Rosslyn Skyscraper Still Empty — The D.C. area’s tallest building, 1812 N. Moore Street in Rosslyn, is still empty a year and a half after its completion. Owner Monday Properties, however, is feeling good about the regional economy and about Rosslyn specifically. The company is reportedly not planning to lower its asking rent for the building. [Washington Post]
Deaf Man Suing Arlington County — Updated at 9:20 a.m. — A homeless deaf immigrant who was wrongly jailed for six weeks, allegedly without access to an interpreter, is suing Arlington County in federal court for failing to meet the standards of the Americans with Disabilities Act. The man, Abreham Zemedagegehu, is originally from Ethiopia and was unable to communicate with his jailers via written English. [Associated Press]
Advertising on ART? — The Arlington County Board on Tuesday briefly discussed the possibility of adding advertisements to the side of ART buses — but no action was taken. It was also revealed that the cost of a Metrobus route is about 2.5 times more expensive than the equivalent ART bus route. [InsideNova]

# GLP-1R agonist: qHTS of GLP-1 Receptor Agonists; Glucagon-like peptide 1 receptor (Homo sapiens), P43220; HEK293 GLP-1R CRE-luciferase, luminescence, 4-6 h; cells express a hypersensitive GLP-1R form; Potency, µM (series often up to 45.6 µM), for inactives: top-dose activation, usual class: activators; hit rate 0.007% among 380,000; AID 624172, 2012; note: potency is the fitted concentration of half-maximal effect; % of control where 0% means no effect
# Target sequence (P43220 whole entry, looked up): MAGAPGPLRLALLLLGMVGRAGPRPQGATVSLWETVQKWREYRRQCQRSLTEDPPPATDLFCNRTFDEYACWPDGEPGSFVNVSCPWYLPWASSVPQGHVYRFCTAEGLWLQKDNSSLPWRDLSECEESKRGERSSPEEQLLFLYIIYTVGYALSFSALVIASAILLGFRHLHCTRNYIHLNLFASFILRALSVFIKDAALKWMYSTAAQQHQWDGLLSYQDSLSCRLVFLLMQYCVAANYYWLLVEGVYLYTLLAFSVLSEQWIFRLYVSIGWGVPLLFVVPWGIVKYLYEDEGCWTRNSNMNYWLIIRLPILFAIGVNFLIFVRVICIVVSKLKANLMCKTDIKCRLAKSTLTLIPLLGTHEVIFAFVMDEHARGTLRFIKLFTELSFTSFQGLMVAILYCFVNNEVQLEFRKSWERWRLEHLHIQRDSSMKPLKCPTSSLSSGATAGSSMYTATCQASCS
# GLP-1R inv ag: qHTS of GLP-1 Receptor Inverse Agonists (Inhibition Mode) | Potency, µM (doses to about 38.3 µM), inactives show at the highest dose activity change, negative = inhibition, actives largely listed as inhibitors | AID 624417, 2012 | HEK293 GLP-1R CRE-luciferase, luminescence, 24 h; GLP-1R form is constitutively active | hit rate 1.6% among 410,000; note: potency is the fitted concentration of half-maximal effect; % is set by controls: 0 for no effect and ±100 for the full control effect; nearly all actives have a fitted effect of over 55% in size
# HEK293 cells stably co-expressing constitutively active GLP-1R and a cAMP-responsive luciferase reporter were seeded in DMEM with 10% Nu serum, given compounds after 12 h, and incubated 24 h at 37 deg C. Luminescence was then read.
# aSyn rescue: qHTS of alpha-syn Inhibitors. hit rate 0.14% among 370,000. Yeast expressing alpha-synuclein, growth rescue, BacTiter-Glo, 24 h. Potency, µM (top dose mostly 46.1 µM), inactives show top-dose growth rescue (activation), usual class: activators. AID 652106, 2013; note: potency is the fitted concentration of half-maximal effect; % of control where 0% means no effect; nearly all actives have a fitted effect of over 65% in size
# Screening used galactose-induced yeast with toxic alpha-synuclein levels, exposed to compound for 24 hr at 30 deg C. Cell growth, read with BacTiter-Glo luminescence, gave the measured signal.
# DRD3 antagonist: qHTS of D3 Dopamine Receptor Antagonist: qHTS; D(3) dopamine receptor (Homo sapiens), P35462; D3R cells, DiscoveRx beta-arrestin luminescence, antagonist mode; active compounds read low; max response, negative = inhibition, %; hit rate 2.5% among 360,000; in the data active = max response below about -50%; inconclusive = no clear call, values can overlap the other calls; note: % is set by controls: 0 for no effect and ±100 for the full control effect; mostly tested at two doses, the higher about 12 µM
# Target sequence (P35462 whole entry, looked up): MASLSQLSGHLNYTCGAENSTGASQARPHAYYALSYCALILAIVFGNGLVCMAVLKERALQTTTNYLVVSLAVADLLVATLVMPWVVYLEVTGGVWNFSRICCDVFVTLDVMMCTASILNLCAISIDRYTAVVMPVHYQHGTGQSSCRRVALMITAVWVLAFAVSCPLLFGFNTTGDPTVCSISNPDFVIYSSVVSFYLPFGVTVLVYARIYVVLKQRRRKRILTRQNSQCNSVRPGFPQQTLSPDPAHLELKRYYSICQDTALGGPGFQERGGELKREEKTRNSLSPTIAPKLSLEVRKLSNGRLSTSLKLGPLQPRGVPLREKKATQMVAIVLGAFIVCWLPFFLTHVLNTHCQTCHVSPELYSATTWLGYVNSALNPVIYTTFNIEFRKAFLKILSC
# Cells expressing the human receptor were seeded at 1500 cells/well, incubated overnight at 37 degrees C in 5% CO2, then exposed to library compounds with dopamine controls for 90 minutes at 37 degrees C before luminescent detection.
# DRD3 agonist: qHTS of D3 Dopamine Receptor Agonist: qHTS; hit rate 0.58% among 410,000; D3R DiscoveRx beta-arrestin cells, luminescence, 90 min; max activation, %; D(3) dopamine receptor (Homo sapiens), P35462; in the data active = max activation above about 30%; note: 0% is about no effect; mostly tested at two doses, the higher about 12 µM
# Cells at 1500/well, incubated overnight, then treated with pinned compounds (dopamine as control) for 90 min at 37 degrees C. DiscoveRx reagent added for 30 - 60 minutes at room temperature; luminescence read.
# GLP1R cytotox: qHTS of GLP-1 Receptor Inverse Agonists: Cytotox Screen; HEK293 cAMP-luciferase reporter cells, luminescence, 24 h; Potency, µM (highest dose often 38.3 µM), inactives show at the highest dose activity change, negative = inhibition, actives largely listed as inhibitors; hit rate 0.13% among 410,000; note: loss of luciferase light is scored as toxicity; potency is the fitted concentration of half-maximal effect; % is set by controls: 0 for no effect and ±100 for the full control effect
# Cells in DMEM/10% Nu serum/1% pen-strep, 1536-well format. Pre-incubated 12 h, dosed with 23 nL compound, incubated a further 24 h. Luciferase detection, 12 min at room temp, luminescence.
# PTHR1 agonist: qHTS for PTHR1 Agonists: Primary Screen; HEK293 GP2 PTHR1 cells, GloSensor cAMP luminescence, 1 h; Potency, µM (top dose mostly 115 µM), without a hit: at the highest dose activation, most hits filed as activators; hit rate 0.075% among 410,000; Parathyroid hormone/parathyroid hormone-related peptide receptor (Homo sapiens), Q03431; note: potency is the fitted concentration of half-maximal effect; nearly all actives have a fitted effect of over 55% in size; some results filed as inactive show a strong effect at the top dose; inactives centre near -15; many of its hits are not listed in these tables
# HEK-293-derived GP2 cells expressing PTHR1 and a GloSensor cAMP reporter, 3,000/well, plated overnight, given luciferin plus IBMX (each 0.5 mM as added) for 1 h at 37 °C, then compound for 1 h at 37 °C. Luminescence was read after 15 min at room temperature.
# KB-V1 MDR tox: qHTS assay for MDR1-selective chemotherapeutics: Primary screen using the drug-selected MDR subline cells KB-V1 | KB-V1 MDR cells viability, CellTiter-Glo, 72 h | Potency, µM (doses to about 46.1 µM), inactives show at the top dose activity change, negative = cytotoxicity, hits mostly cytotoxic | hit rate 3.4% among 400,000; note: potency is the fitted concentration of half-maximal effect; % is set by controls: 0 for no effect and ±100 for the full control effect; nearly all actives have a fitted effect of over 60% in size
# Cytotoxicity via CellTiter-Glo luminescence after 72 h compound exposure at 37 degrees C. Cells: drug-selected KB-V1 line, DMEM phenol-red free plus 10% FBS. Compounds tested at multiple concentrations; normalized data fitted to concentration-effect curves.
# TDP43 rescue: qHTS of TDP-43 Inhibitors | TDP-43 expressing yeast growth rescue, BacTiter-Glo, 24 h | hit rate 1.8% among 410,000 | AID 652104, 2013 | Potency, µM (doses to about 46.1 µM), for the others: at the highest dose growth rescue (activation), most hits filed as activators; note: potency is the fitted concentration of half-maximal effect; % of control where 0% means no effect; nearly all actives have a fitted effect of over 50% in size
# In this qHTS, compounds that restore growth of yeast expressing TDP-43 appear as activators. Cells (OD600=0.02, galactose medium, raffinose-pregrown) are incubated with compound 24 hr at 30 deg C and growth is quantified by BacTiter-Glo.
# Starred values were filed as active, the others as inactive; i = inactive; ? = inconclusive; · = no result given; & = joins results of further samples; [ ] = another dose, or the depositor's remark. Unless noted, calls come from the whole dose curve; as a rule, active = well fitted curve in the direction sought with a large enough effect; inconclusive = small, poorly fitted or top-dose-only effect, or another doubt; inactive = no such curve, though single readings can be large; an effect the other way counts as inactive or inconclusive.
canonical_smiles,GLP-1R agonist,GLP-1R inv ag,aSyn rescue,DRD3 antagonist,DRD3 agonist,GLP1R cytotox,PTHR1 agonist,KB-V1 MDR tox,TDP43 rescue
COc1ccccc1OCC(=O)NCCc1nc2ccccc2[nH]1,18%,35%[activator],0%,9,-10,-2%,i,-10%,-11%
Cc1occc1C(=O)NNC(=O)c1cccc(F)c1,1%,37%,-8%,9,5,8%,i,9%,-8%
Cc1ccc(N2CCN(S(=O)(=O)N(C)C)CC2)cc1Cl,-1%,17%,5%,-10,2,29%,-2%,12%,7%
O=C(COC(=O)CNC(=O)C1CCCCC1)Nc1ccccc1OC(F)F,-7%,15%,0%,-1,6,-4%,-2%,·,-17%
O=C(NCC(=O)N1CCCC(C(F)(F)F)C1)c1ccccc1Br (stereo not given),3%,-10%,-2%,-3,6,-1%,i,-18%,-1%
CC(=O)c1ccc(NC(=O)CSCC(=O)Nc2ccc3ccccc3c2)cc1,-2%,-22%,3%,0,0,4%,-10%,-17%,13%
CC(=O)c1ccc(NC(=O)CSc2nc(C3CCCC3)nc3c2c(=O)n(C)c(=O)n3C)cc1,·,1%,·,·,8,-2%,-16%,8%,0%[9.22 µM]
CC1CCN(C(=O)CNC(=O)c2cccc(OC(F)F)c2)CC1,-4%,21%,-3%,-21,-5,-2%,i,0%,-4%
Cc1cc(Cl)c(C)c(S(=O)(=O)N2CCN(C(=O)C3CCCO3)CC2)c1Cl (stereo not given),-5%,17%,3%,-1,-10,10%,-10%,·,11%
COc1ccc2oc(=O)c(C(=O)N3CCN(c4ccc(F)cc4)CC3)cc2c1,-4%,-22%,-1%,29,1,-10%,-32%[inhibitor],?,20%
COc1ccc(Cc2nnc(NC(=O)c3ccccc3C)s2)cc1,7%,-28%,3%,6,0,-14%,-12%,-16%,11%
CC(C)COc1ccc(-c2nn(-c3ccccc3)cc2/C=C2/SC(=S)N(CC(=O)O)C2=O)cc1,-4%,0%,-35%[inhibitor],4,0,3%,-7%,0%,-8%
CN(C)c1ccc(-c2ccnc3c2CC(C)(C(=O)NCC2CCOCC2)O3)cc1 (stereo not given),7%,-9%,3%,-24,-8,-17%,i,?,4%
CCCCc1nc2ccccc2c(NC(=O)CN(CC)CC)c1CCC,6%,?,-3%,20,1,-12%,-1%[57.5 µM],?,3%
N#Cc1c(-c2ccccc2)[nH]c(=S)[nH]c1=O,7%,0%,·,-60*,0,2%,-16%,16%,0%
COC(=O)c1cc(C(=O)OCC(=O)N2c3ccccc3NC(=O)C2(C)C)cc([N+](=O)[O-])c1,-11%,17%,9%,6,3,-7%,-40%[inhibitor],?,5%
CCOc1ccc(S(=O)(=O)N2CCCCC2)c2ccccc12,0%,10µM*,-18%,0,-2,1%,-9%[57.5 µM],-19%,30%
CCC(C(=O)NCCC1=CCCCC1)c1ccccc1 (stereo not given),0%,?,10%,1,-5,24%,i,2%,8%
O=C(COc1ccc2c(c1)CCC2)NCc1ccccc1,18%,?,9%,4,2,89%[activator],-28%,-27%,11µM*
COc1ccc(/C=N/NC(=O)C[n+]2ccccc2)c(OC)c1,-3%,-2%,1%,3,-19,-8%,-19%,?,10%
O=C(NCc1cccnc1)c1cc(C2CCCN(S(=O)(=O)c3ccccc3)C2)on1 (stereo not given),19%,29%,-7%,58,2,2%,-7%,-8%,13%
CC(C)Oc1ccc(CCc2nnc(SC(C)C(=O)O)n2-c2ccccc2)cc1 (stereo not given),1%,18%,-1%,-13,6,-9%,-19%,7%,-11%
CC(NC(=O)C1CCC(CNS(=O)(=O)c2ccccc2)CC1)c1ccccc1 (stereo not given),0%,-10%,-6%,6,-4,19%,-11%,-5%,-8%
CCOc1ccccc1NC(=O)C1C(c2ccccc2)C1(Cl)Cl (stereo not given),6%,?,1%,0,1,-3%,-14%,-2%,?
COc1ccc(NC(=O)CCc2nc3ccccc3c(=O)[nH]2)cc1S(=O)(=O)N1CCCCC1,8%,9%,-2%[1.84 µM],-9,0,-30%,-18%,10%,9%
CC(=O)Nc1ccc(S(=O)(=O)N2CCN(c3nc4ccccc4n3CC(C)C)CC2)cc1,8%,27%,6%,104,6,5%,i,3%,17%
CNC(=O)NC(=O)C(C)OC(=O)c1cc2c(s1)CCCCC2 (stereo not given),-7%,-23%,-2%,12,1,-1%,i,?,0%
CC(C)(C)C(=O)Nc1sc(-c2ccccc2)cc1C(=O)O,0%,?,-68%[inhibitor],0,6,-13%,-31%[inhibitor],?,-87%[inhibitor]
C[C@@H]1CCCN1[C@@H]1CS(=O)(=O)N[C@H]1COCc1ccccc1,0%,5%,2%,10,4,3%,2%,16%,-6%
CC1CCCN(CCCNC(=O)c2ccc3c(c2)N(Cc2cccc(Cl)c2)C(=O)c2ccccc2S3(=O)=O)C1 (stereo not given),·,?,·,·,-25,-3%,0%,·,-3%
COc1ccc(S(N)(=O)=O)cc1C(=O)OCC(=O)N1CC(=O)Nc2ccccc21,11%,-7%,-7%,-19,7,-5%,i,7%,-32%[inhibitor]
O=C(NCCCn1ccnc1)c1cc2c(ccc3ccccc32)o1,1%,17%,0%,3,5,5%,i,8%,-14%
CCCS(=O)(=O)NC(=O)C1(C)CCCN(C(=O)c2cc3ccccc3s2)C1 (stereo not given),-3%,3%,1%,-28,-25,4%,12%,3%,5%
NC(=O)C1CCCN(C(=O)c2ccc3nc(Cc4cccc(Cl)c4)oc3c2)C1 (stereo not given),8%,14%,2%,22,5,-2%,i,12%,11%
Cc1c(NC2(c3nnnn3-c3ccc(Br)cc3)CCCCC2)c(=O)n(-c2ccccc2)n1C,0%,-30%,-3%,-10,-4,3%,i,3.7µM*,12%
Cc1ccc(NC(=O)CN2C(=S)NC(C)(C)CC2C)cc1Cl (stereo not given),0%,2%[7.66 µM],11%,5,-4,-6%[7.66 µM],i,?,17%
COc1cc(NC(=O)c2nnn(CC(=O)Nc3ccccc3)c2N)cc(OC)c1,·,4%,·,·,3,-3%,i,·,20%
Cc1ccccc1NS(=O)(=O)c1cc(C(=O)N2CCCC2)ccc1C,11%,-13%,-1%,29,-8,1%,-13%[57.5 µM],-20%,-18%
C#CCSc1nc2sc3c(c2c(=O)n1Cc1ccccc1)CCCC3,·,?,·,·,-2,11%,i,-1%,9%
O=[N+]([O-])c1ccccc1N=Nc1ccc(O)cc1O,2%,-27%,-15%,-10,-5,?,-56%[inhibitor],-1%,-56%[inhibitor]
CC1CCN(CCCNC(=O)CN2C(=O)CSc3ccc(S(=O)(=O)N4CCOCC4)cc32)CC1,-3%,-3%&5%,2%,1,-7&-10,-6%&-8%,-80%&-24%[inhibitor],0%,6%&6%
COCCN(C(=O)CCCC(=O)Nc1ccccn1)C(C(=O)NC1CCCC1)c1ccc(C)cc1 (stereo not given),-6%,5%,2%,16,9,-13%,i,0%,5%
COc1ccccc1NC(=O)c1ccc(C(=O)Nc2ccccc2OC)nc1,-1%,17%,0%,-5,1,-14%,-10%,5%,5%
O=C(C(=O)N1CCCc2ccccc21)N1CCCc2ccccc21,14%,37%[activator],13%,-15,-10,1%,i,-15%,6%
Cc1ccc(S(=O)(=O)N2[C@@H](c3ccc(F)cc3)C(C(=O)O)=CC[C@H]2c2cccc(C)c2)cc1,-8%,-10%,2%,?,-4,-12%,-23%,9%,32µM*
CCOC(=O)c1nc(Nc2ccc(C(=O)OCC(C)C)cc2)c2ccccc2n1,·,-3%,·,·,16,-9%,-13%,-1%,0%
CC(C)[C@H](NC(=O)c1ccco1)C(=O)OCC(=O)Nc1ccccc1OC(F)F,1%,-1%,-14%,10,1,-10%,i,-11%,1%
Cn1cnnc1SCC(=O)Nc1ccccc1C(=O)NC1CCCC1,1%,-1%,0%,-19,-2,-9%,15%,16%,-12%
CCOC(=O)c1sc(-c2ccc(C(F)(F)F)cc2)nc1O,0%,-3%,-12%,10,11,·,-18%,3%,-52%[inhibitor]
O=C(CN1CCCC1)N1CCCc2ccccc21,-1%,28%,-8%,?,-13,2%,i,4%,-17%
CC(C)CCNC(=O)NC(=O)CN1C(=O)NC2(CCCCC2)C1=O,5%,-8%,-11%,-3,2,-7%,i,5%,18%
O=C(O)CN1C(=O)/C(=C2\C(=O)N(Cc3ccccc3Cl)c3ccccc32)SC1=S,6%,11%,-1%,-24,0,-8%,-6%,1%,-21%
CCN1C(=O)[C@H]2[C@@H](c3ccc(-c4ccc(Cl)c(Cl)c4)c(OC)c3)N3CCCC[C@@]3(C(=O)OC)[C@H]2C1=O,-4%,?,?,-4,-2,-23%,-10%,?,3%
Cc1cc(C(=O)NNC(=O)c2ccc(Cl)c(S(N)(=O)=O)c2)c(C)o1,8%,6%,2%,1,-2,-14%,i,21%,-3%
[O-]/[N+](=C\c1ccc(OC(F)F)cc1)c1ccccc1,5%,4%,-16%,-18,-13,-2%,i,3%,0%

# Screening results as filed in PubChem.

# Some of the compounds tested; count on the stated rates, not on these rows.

Local Business 40th Anniversaries — Two local businesses are celebrating a 40th anniversary this month. Heidelberg Pastry Shop (2150 N. Culpeper Street) celebrated its 40th year in business this past Saturday, while the Crystal City branch of Navy Federal Credit Union (2450 Crystal Drive) is celebrating its 40th with cake, refreshment and giveaways to those who stop by the branch.
Flickr pool photo by Dennis Dimick
ARLnow.com is holding its fifth anniversary bash in Crystal City tonight from 6:00 to 8:00 p.m.
If you haven’t booked your tickets yet, you can still do so through 5:00 p.m. on Eventbrite. Tickets will also be available at the door.
The event, at the ever-expanding headquarters of the Crystal Tech Fund and Disruption Corporation, will feature two hours of all-you-can eat food from Ruth’s Chris and plenty of wine and beer, thanks to our friends at the Crystal City BID.
To help celebrate our fifth anniversary (which technically is on Thursday), we’re recounting some of the top stories of 2010.
Coming off of the depths of the Great Recession, the year that was 2010 was especially active for business openings in Crystal City. Here are some of the memorable openings in our first year: